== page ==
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Monday 4th February 2013


DUAL-CLUTCH CLIO RS: THE DEFENCE

Renaultsport MD tells us why it's the paddleshift way or the highway


Clearly subscribing to the school of thought that attack is the best form of defence Renaultsport MD Patrice Ratti (in conversation last week at the Monte Historique) counters PH's complaint that the lack of a manual Clio 200 wipes out much of the car's on-paper appeal to keen drivers. "Call me when you've driven it," he says, steely eyed and clearly expecting an apology for the implication flappy paddles can't deliver the involvement Renaultsport cars are famed for.

EDC gearbox is a major selling point, we're told
EDC gearbox is a major selling point, we're told
He continues with a quick left-right to hammer his point home. First the functional side. "Racing cars use paddle-shift gearboxes. It's faster," he says. Worth remembering that race and rally cars make up a significant part of Renaultsport's business, the Dieppe factory building rally Clio and Twingos and the various single-seaters racing in Renault one-make series. So there is a transfer of ideology here, if not an absolutely direct one of technology with the Clio's Getrag-sourced EDC dual-clutch somewhat different from the Sadev sequentials used by Clio Cup cars, even if both shift via paddles.

Fair enough, we counter. But speed isn't everything for a road car and for many of us the satisfaction of DIY rev-matching and carefully honed heel'n'toe downshifts are pleasures we can indulge in regardless of whether we're on a track or the daily commute. And something our PH Fleet Megane is perfectly tuned to achieve, as personal experience and the smooth driving of our Renaultsport chaperones on the Monte rally stages attests.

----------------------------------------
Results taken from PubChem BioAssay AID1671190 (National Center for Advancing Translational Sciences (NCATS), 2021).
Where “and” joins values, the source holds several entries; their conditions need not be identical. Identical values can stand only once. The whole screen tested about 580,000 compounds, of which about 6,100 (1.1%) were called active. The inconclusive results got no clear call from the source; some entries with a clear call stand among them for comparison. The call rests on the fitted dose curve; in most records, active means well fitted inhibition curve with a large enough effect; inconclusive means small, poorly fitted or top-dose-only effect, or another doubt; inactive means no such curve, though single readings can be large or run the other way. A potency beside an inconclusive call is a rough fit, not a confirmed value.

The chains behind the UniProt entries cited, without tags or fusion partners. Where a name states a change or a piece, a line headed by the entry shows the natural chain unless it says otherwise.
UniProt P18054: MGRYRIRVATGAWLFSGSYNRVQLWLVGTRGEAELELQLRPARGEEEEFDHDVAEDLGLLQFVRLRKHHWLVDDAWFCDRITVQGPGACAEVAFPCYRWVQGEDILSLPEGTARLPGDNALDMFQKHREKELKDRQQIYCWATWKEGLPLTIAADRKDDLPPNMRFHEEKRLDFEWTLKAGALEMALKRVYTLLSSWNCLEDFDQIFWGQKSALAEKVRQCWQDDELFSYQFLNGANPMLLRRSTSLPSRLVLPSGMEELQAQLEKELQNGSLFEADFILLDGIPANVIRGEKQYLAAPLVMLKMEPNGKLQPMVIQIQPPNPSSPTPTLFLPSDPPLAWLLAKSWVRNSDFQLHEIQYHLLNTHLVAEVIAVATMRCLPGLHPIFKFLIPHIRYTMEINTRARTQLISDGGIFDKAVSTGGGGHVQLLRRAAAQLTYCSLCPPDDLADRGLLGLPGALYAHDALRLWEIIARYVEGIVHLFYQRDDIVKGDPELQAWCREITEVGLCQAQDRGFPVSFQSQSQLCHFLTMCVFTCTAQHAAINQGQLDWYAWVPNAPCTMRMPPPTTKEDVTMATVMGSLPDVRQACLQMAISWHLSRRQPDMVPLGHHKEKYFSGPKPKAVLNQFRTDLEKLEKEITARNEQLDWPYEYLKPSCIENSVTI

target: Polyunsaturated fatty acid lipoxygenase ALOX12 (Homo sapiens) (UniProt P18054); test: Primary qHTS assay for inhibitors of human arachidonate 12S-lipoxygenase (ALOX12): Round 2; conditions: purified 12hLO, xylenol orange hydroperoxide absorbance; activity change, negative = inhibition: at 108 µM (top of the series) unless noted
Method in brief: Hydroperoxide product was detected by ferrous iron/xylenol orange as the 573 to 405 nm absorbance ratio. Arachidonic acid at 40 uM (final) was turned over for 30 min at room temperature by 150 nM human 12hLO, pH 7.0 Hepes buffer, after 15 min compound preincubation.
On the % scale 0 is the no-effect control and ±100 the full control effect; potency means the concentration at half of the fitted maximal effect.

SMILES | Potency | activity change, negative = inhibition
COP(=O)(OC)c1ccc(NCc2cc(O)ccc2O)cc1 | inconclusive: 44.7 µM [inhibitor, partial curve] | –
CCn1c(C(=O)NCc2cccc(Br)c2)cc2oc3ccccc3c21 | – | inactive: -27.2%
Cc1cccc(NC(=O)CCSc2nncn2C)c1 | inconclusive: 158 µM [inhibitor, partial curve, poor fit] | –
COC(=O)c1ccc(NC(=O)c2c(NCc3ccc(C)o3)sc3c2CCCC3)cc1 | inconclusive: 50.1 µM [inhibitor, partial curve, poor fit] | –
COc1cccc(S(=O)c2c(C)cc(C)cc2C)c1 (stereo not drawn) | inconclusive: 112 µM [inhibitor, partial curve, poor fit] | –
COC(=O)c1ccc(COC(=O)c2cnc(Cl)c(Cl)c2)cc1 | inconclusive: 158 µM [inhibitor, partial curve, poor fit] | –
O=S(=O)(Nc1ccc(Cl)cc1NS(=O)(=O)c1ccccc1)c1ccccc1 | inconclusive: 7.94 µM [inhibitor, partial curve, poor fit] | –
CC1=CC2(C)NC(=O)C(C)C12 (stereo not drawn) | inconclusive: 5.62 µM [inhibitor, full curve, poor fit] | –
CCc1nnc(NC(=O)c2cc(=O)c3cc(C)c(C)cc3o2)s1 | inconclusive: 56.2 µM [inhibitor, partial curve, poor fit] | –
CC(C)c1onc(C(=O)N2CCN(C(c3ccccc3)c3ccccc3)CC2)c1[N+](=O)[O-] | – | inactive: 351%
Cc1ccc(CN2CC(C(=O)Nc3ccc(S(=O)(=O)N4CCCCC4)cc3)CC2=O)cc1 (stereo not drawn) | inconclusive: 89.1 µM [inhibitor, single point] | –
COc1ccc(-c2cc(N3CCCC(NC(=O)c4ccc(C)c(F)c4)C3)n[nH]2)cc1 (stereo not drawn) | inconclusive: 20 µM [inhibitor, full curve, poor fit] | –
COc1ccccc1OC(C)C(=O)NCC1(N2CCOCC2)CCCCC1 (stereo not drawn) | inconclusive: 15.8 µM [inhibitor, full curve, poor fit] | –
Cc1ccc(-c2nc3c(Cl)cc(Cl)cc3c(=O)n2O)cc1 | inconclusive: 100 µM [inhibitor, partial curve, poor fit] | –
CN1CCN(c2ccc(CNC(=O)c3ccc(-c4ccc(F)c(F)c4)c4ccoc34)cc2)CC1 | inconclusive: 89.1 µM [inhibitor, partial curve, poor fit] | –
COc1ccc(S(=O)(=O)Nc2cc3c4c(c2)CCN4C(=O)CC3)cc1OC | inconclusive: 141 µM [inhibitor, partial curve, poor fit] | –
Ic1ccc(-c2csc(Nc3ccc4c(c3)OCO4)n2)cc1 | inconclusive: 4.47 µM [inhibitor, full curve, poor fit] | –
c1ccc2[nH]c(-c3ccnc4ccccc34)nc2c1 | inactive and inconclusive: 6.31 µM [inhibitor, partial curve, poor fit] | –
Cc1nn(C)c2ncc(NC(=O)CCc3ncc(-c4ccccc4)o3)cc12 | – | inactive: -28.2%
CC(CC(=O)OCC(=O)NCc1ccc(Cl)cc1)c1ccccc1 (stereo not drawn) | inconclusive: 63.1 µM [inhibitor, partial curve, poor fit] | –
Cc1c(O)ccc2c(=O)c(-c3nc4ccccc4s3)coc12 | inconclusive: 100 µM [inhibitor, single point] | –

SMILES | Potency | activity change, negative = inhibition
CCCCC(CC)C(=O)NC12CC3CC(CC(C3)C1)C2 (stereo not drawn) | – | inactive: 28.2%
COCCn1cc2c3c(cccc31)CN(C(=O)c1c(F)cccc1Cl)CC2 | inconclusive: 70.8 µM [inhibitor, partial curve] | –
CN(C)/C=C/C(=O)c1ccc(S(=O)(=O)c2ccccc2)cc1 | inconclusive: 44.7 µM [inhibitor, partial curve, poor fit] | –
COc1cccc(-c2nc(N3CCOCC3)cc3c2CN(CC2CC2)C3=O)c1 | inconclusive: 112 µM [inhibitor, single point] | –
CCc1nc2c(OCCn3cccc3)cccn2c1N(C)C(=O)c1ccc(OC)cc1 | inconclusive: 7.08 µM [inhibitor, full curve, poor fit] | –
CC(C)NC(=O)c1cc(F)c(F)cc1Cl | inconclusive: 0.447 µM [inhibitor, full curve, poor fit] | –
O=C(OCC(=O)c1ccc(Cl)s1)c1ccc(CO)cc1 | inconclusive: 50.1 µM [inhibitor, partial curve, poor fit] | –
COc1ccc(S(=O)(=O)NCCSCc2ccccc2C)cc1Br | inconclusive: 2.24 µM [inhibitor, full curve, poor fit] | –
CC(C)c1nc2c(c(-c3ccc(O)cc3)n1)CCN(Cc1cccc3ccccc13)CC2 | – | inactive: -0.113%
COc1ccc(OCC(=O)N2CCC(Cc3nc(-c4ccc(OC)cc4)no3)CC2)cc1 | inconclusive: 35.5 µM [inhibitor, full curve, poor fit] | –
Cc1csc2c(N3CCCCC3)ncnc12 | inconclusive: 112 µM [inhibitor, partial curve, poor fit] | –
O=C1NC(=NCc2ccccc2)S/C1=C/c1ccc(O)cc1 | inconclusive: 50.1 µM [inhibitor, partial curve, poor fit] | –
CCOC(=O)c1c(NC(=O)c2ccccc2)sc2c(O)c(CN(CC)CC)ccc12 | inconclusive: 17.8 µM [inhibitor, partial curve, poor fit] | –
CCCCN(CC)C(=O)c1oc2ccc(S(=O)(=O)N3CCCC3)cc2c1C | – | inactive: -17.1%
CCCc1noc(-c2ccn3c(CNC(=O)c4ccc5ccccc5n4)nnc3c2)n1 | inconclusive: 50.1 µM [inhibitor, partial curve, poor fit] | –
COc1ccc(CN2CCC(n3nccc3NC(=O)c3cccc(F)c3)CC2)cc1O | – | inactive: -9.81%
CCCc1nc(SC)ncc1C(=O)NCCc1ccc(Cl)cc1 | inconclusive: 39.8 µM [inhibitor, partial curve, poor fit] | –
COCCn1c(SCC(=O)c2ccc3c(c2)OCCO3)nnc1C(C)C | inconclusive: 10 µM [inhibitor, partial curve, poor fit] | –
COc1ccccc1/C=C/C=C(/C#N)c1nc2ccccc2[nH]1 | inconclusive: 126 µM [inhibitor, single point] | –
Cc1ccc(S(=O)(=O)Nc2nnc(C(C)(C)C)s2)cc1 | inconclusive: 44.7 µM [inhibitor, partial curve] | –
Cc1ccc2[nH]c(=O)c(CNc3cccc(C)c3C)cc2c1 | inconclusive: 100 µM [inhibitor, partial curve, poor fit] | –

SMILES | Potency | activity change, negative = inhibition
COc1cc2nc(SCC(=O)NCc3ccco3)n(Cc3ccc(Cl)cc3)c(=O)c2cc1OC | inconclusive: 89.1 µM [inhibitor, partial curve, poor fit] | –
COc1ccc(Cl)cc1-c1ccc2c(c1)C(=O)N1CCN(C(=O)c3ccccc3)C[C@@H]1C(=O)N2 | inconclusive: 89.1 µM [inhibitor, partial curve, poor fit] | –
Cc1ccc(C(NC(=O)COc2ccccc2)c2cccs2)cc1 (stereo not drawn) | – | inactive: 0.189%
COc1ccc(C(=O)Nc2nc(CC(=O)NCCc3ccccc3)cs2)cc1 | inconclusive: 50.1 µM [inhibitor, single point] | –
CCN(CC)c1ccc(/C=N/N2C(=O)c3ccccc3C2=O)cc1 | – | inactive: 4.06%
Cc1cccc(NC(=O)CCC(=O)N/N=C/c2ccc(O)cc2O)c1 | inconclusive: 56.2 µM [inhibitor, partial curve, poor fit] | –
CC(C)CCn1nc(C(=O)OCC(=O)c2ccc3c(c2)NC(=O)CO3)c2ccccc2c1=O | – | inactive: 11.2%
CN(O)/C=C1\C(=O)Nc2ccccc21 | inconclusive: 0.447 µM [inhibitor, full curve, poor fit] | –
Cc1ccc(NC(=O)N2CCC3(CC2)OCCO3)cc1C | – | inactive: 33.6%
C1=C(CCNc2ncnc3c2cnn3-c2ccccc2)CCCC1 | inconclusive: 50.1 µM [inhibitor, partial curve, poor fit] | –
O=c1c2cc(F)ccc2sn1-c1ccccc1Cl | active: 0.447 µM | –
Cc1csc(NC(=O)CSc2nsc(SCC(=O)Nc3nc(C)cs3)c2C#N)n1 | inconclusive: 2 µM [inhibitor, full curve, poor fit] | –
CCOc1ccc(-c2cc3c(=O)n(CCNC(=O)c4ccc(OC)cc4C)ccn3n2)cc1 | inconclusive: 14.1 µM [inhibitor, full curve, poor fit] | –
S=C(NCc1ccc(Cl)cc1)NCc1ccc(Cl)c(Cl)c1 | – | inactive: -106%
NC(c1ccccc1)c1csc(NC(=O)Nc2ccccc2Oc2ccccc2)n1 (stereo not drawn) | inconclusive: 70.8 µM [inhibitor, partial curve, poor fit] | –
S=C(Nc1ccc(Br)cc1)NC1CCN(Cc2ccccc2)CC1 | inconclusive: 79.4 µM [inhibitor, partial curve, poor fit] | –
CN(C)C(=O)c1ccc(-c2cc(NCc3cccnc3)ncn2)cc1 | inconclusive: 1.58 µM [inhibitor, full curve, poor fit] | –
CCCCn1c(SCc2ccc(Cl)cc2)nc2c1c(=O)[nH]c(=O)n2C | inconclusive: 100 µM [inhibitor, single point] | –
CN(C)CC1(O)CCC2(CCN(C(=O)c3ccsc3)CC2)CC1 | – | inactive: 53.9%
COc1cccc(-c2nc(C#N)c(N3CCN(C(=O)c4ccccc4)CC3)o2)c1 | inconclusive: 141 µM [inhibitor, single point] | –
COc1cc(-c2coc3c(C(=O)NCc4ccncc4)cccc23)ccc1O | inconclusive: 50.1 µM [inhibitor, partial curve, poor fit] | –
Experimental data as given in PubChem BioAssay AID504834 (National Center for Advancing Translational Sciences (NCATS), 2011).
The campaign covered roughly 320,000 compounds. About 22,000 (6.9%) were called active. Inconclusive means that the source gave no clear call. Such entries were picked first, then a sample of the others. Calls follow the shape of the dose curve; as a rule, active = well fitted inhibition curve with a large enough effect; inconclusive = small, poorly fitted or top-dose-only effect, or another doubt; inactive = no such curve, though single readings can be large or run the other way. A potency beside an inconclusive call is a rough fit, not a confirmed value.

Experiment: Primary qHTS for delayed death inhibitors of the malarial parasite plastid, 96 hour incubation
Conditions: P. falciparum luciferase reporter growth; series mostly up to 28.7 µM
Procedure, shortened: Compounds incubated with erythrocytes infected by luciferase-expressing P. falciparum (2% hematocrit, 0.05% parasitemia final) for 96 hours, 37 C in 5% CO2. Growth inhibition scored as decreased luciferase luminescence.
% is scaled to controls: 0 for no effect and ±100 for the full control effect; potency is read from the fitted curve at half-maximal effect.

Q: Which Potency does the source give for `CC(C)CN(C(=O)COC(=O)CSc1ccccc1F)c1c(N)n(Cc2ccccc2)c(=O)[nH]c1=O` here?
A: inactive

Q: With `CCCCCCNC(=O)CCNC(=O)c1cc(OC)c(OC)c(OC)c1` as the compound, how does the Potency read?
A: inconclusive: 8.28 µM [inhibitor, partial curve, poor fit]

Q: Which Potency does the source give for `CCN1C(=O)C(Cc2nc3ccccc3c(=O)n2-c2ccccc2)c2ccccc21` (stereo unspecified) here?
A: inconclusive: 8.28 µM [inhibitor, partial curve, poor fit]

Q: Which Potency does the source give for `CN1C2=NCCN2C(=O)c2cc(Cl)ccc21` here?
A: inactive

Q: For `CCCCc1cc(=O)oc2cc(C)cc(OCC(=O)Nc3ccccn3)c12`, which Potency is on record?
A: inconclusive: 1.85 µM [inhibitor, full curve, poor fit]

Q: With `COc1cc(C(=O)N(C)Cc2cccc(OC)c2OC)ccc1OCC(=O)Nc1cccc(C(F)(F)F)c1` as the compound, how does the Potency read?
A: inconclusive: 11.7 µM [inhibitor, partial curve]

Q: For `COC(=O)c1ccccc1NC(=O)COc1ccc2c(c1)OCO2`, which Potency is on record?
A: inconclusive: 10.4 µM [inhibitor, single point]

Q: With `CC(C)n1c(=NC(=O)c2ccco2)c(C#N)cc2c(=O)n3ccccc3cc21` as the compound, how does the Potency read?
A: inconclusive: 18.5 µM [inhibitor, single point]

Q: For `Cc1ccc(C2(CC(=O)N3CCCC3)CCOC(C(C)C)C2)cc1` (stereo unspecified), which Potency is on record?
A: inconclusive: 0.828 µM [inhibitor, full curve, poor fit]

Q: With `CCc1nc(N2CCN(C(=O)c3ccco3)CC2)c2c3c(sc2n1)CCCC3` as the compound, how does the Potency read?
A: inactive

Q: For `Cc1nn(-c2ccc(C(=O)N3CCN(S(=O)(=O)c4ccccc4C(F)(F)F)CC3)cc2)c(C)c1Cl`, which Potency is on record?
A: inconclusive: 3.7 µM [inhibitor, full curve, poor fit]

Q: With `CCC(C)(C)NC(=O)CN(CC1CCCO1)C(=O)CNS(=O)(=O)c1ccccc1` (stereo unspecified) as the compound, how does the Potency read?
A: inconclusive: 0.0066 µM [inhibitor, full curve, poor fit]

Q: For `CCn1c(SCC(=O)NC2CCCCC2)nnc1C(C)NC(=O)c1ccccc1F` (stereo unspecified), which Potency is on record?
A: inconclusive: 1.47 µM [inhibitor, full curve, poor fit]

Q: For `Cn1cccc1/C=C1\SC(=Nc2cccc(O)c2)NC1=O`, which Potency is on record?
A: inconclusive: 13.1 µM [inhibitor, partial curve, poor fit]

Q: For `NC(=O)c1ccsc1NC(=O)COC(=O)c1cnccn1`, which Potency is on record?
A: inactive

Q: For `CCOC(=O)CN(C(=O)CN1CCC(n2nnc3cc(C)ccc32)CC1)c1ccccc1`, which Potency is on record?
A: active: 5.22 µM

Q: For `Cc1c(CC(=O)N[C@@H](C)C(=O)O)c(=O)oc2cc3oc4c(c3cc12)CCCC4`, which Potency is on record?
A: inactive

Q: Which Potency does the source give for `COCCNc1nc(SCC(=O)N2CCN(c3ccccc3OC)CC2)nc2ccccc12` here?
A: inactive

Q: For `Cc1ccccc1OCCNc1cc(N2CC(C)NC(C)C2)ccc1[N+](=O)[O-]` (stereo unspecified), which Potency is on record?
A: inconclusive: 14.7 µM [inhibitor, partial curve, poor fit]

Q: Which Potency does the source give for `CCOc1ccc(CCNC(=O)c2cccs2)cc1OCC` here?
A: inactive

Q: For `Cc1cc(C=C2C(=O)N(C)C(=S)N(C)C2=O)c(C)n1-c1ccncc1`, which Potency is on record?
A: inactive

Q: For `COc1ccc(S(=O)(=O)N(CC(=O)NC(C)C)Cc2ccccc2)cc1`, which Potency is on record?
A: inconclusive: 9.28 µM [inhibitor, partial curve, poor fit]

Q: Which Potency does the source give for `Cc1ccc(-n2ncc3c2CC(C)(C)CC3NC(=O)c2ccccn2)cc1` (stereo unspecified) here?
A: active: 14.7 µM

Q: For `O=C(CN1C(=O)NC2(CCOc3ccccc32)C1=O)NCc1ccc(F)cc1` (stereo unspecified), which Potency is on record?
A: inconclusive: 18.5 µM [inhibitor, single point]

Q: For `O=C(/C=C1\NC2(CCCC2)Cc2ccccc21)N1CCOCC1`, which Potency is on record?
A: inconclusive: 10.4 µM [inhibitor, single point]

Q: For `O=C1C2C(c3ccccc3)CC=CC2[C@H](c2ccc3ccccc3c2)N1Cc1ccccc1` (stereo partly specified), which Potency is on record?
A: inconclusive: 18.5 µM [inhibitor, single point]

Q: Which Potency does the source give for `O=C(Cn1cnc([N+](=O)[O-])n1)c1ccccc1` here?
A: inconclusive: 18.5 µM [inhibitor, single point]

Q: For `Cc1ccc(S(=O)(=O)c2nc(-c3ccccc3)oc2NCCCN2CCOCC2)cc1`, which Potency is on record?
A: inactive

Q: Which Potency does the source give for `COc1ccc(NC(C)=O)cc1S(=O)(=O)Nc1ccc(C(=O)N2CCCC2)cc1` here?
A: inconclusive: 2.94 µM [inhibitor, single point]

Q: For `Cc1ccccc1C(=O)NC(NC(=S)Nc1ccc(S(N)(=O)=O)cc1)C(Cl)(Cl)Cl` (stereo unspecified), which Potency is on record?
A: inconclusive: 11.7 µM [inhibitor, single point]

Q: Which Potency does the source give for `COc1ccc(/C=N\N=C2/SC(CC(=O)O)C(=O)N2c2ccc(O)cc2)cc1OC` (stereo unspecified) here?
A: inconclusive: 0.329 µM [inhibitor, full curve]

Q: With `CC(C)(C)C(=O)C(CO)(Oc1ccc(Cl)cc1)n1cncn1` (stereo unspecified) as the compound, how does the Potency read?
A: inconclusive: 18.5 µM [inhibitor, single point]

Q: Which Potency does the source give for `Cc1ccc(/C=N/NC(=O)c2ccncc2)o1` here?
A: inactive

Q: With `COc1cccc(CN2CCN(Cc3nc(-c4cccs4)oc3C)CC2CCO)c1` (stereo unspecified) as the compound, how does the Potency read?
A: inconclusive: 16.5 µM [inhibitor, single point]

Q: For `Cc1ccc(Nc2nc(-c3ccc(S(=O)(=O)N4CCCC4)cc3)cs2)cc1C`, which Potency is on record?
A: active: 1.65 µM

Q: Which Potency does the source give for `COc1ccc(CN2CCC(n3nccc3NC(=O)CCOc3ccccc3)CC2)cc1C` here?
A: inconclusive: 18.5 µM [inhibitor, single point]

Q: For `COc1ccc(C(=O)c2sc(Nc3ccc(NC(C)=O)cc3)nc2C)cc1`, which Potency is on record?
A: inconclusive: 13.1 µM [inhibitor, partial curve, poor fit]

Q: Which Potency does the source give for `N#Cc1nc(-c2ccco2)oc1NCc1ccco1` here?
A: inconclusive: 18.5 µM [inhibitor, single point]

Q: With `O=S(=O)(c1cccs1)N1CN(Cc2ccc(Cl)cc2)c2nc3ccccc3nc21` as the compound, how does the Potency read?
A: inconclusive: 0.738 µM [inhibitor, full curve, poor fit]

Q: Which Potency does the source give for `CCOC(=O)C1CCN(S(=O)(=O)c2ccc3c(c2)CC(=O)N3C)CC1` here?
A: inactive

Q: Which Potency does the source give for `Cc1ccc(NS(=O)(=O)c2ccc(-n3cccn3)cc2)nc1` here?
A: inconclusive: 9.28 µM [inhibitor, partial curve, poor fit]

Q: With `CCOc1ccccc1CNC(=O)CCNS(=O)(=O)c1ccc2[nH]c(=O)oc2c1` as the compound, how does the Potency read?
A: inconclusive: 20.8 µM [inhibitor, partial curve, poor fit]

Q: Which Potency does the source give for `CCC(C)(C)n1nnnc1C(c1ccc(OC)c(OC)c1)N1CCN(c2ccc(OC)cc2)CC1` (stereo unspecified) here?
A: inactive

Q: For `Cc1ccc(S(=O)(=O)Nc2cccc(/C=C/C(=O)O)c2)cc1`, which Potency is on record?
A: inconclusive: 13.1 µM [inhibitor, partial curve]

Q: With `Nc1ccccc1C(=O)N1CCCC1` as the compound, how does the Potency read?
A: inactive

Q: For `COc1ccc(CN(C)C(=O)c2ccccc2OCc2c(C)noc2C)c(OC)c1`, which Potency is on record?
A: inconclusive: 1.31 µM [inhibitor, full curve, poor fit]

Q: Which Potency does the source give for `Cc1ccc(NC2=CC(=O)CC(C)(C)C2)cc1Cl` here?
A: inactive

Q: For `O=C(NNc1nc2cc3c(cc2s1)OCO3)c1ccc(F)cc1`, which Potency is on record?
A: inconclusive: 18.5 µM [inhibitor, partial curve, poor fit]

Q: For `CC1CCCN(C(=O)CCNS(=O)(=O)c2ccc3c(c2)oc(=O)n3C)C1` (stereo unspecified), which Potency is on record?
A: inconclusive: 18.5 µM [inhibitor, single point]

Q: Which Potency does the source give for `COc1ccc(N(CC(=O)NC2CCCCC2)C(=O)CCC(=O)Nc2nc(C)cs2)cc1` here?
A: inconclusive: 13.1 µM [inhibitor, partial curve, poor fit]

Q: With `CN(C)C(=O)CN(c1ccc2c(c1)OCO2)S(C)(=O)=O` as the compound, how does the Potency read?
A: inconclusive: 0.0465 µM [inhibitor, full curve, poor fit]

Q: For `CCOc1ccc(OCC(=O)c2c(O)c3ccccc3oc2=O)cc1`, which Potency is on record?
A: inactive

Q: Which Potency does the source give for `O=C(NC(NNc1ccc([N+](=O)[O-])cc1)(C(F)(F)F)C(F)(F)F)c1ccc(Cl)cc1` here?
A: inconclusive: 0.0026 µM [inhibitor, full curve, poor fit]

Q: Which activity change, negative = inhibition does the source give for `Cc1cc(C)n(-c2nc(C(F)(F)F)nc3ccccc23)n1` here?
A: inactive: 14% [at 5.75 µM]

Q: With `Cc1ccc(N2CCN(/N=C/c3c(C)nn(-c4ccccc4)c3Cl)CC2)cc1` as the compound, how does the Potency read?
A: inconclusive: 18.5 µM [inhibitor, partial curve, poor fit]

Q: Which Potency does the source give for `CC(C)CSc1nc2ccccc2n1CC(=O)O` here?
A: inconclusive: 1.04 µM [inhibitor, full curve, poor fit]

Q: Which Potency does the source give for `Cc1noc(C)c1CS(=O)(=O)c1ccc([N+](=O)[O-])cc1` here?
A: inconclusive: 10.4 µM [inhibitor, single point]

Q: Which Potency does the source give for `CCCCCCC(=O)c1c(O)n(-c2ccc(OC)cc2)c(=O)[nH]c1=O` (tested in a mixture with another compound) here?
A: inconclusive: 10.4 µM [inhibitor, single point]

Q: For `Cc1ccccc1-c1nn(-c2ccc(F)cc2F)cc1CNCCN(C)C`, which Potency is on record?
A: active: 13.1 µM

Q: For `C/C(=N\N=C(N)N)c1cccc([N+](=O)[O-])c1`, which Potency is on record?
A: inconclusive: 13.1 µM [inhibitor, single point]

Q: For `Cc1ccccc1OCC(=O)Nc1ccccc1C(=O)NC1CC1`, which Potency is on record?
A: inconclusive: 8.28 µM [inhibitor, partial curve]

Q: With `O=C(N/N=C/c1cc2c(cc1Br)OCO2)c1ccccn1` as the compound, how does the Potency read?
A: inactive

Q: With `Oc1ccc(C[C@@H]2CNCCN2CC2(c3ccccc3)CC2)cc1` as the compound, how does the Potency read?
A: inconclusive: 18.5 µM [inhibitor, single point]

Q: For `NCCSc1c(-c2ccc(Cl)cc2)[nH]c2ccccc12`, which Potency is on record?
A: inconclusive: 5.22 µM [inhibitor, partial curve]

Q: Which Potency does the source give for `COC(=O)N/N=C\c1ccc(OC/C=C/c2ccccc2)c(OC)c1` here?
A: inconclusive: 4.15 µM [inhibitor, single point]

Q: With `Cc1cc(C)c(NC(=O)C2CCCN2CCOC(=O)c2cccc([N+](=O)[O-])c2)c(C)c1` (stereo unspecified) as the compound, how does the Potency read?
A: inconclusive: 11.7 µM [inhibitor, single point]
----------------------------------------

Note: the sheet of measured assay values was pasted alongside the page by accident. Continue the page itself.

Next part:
Paddleshift only for next Clio - and next GT3
Paddleshift only for next Clio - and next GT3
And then we hit the real reason, hidden behind that smokescreen of 'it's what racing cars have' marketing. It's a simple business case. "The decision was made years ago," he says with the merest hint of a Gallic shrug. "We looked at competitor cars from Volkswagen and others and maybe two-thirds of sales went to dual clutch when there was a choice." He doubtless refers to the platform sharing, twincharger-powered, DSG-only Fabia vRS, Polo GTI and Ibiza Cupra triumvirate as a key influencer here. Which doesn't bode well, given our recent experience of the latter.

With the new Clio RS's mandate to appeal to a wider audience dual-clutch is, quite simply, going to bring more customers to the brand. While dropping the manual choice will annoy a vocal minority it's a straightforward business decision. A manual option would make the car more expensive, the loss of a few sales to stickshift diehards easier to bear than the opportunities to sell more cars to a wider audience at the required price point. Enthusiast brand or not Renaultsport is still a commercial enterprise and you can ask Lotus how the business case for catering purely to the hardcore stacks up.

208 GTI arrives around the same time - as a manual
208 GTI arrives around the same time - as a manual
Expect a very similar conversation with the Porsche engineers and marketeers when the PDK-only 911 GT3 arrives. And if you really, really want your French hot hatch with a manual bear in mind the 208 GTI will offer just that - we'll be driving it a couple of weeks after our first go in the Clio too. We'll maybe hold off calling Ratti until that point.

 

 

 

 
Author: Dan Trent
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